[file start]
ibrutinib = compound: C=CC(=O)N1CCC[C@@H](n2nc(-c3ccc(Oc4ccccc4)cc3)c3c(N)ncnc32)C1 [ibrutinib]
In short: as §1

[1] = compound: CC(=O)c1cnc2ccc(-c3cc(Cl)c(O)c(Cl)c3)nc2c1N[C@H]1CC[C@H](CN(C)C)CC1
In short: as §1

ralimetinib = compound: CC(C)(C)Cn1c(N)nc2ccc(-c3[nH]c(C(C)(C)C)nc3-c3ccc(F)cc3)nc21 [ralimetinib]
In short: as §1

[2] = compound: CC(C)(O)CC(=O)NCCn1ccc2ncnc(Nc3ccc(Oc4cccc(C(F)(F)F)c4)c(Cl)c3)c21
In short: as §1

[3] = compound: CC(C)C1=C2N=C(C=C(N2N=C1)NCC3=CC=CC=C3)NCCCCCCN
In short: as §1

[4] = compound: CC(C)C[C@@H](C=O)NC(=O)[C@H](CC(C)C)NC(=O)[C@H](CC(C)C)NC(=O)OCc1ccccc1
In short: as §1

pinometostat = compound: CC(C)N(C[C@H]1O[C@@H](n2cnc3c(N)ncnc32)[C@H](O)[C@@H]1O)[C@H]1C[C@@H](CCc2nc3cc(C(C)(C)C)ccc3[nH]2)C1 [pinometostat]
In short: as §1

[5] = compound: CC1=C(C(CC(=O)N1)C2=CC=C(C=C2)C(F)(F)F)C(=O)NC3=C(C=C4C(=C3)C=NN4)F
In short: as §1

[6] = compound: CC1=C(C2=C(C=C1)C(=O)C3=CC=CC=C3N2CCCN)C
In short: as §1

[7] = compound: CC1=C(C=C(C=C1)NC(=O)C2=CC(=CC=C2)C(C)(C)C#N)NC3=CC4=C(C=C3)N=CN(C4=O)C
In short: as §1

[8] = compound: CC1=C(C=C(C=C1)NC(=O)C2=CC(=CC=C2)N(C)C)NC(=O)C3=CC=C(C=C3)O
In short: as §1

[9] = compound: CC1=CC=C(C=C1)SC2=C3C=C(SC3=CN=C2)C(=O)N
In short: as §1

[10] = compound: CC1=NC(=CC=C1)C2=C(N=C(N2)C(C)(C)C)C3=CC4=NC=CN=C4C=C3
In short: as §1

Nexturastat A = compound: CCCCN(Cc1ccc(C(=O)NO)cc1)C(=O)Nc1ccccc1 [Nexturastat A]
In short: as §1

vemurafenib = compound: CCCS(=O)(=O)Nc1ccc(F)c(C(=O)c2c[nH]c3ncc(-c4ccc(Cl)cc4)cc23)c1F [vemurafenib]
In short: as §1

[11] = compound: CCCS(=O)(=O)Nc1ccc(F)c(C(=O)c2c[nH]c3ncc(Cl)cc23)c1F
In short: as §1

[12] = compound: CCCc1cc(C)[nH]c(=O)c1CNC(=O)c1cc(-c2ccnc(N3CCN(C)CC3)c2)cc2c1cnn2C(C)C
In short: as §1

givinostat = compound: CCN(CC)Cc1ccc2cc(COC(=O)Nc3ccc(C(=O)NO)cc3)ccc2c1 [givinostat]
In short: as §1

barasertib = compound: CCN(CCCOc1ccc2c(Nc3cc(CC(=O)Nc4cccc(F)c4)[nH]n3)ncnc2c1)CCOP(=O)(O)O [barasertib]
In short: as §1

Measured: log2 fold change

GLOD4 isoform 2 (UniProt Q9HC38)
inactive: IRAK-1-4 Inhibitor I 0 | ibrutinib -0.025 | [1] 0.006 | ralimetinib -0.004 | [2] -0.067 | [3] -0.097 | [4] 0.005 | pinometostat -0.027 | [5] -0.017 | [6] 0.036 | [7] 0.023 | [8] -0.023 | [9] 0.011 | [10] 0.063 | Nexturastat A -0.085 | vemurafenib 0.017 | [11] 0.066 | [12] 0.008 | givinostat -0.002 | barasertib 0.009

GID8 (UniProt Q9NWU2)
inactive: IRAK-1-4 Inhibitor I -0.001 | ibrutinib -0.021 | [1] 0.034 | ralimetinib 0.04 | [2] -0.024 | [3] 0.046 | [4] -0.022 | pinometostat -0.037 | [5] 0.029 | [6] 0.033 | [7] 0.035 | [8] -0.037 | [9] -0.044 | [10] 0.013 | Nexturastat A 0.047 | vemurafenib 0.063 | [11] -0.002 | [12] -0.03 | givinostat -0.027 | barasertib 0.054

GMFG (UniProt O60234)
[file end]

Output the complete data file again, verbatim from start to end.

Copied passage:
ibrutinib = compound: C=CC(=O)N1CCC[C@@H](n2nc(-c3ccc(Oc4ccccc4)cc3)c3c(N)ncnc32)C1 [ibrutinib]
In short: as §1

[1] = compound: CC(=O)c1cnc2ccc(-c3cc(Cl)c(O)c(Cl)c3)nc2c1N[C@H]1CC[C@H](CN(C)C)CC1
In short: as §1

ralimetinib = compound: CC(C)(C)Cn1c(N)nc2ccc(-c3[nH]c(C(C)(C)C)nc3-c3ccc(F)cc3)nc21 [ralimetinib]
In short: as §1

[2] = compound: CC(C)(O)CC(=O)NCCn1ccc2ncnc(Nc3ccc(Oc4cccc(C(F)(F)F)c4)c(Cl)c3)c21
In short: as §1

[3] = compound: CC(C)C1=C2N=C(C=C(N2N=C1)NCC3=CC=CC=C3)NCCCCCCN
In short: as §1

[4] = compound: CC(C)C[C@@H](C=O)NC(=O)[C@H](CC(C)C)NC(=O)[C@H](CC(C)C)NC(=O)OCc1ccccc1
In short: as §1

pinometostat = compound: CC(C)N(C[C@H]1O[C@@H](n2cnc3c(N)ncnc32)[C@H](O)[C@@H]1O)[C@H]1C[C@@H](CCc2nc3cc(C(C)(C)C)ccc3[nH]2)C1 [pinometostat]
In short: as §1

[5] = compound: CC1=C(C(CC(=O)N1)C2=CC=C(C=C2)C(F)(F)F)C(=O)NC3=C(C=C4C(=C3)C=NN4)F
In short: as §1

[6] = compound: CC1=C(C2=C(C=C1)C(=O)C3=CC=CC=C3N2CCCN)C
In short: as §1

[7] = compound: CC1=C(C=C(C=C1)NC(=O)C2=CC(=CC=C2)C(C)(C)C#N)NC3=CC4=C(C=C3)N=CN(C4=O)C
In short: as §1

[8] = compound: CC1=C(C=C(C=C1)NC(=O)C2=CC(=CC=C2)N(C)C)NC(=O)C3=CC=C(C=C3)O
In short: as §1

[9] = compound: CC1=CC=C(C=C1)SC2=C3C=C(SC3=CN=C2)C(=O)N
In short: as §1

[10] = compound: CC1=NC(=CC=C1)C2=C(N=C(N2)C(C)(C)C)C3=CC4=NC=CN=C4C=C3
In short: as §1

Nexturastat A = compound: CCCCN(Cc1ccc(C(=O)NO)cc1)C(=O)Nc1ccccc1 [Nexturastat A]
In short: as §1

vemurafenib = compound: CCCS(=O)(=O)Nc1ccc(F)c(C(=O)c2c[nH]c3ncc(-c4ccc(Cl)cc4)cc23)c1F [vemurafenib]
In short: as §1

[11] = compound: CCCS(=O)(=O)Nc1ccc(F)c(C(=O)c2c[nH]c3ncc(Cl)cc23)c1F
In short: as §1

[12] = compound: CCCc1cc(C)[nH]c(=O)c1CNC(=O)c1cc(-c2ccnc(N3CCN(C)CC3)c2)cc2c1cnn2C(C)C
In short: as §1

givinostat = compound: CCN(CC)Cc1ccc2cc(COC(=O)Nc3ccc(C(=O)NO)cc3)ccc2c1 [givinostat]
In short: as §1

barasertib = compound: CCN(CCCOc1ccc2c(Nc3cc(CC(=O)Nc4cccc(F)c4)[nH]n3)ncnc2c1)CCOP(=O)(O)O [barasertib]
In short: as §1

Measured: log2 fold change

GLOD4 isoform 2 (UniProt Q9HC38)
inactive: IRAK-1-4 Inhibitor I 0 | ibrutinib -0.025 | [1] 0.006 | ralimetinib -0.004 | [2] -0.067 | [3] -0.097 | [4] 0.005 | pinometostat -0.027 | [5] -0.017 | [6] 0.036 | [7] 0.023 | [8] -0.023 | [9] 0.011 | [10] 0.063 | Nexturastat A -0.085 | vemurafenib 0.017 | [11] 0.066 | [12] 0.008 | givinostat -0.002 | barasertib 0.009

GID8 (UniProt Q9NWU2)
inactive: IRAK-1-4 Inhibitor I -0.001 | ibrutinib -0.021 | [1] 0.034 | ralimetinib 0.04 | [2] -0.024 | [3] 0.046 | [4] -0.022 | pinometostat -0.037 | [5] 0.029 | [6] 0.033 | [7] 0.035 | [8] -0.037 | [9] -0.044 | [10] 0.013 | Nexturastat A 0.047 | vemurafenib 0.063 | [11] -0.002 | [12] -0.03 | givinostat -0.027 | barasertib 0.054

GMFG (UniProt O60234)